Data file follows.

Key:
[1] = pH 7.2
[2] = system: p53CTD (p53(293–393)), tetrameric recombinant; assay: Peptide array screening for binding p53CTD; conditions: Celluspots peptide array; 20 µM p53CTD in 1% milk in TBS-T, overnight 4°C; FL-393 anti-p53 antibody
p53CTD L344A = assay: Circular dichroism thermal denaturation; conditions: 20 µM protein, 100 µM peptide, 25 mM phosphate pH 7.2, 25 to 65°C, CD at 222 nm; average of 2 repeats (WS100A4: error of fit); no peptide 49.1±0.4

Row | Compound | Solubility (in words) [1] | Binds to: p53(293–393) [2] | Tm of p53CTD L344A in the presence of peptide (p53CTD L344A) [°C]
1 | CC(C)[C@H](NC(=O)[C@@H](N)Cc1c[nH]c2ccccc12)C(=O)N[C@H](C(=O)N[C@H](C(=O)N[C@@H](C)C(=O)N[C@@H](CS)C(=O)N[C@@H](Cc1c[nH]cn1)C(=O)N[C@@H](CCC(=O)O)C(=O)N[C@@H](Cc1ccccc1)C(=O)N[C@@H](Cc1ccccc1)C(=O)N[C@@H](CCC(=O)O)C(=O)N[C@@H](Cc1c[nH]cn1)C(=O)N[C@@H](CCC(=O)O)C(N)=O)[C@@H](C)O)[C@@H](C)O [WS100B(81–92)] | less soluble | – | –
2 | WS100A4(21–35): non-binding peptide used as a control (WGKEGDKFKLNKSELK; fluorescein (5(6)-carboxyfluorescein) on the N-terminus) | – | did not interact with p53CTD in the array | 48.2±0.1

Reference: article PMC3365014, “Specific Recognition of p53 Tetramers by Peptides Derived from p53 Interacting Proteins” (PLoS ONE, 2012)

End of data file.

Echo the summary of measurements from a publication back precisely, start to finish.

Key:
[1] = pH 7.2
[2] = system: p53CTD (p53(293–393)), tetrameric recombinant; assay: Peptide array screening for binding p53CTD; conditions: Celluspots peptide array; 20 µM p53CTD in 1% milk in TBS-T, overnight 4°C; FL-393 anti-p53 antibody
p53CTD L344A = assay: Circular dichroism thermal denaturation; conditions: 20 µM protein, 100 µM peptide, 25 mM phosphate pH 7.2, 25 to 65°C, CD at 222 nm; average of 2 repeats (WS100A4: error of fit); no peptide 49.1±0.4

Row | Compound | Solubility (in words) [1] | Binds to: p53(293–393) [2] | Tm of p53CTD L344A in the presence of peptide (p53CTD L344A) [°C]
1 | CC(C)[C@H](NC(=O)[C@@H](N)Cc1c[nH]c2ccccc12)C(=O)N[C@H](C(=O)N[C@H](C(=O)N[C@@H](C)C(=O)N[C@@H](CS)C(=O)N[C@@H](Cc1c[nH]cn1)C(=O)N[C@@H](CCC(=O)O)C(=O)N[C@@H](Cc1ccccc1)C(=O)N[C@@H](Cc1ccccc1)C(=O)N[C@@H](CCC(=O)O)C(=O)N[C@@H](Cc1c[nH]cn1)C(=O)N[C@@H](CCC(=O)O)C(N)=O)[C@@H](C)O)[C@@H](C)O [WS100B(81–92)] | less soluble | – | –
2 | WS100A4(21–35): non-binding peptide used as a control (WGKEGDKFKLNKSELK; fluorescein (5(6)-carboxyfluorescein) on the N-terminus) | – | did not interact with p53CTD in the array | 48.2±0.1

Reference: article PMC3365014, “Specific Recognition of p53 Tetramers by Peptides Derived from p53 Interacting Proteins” (PLoS ONE, 2012)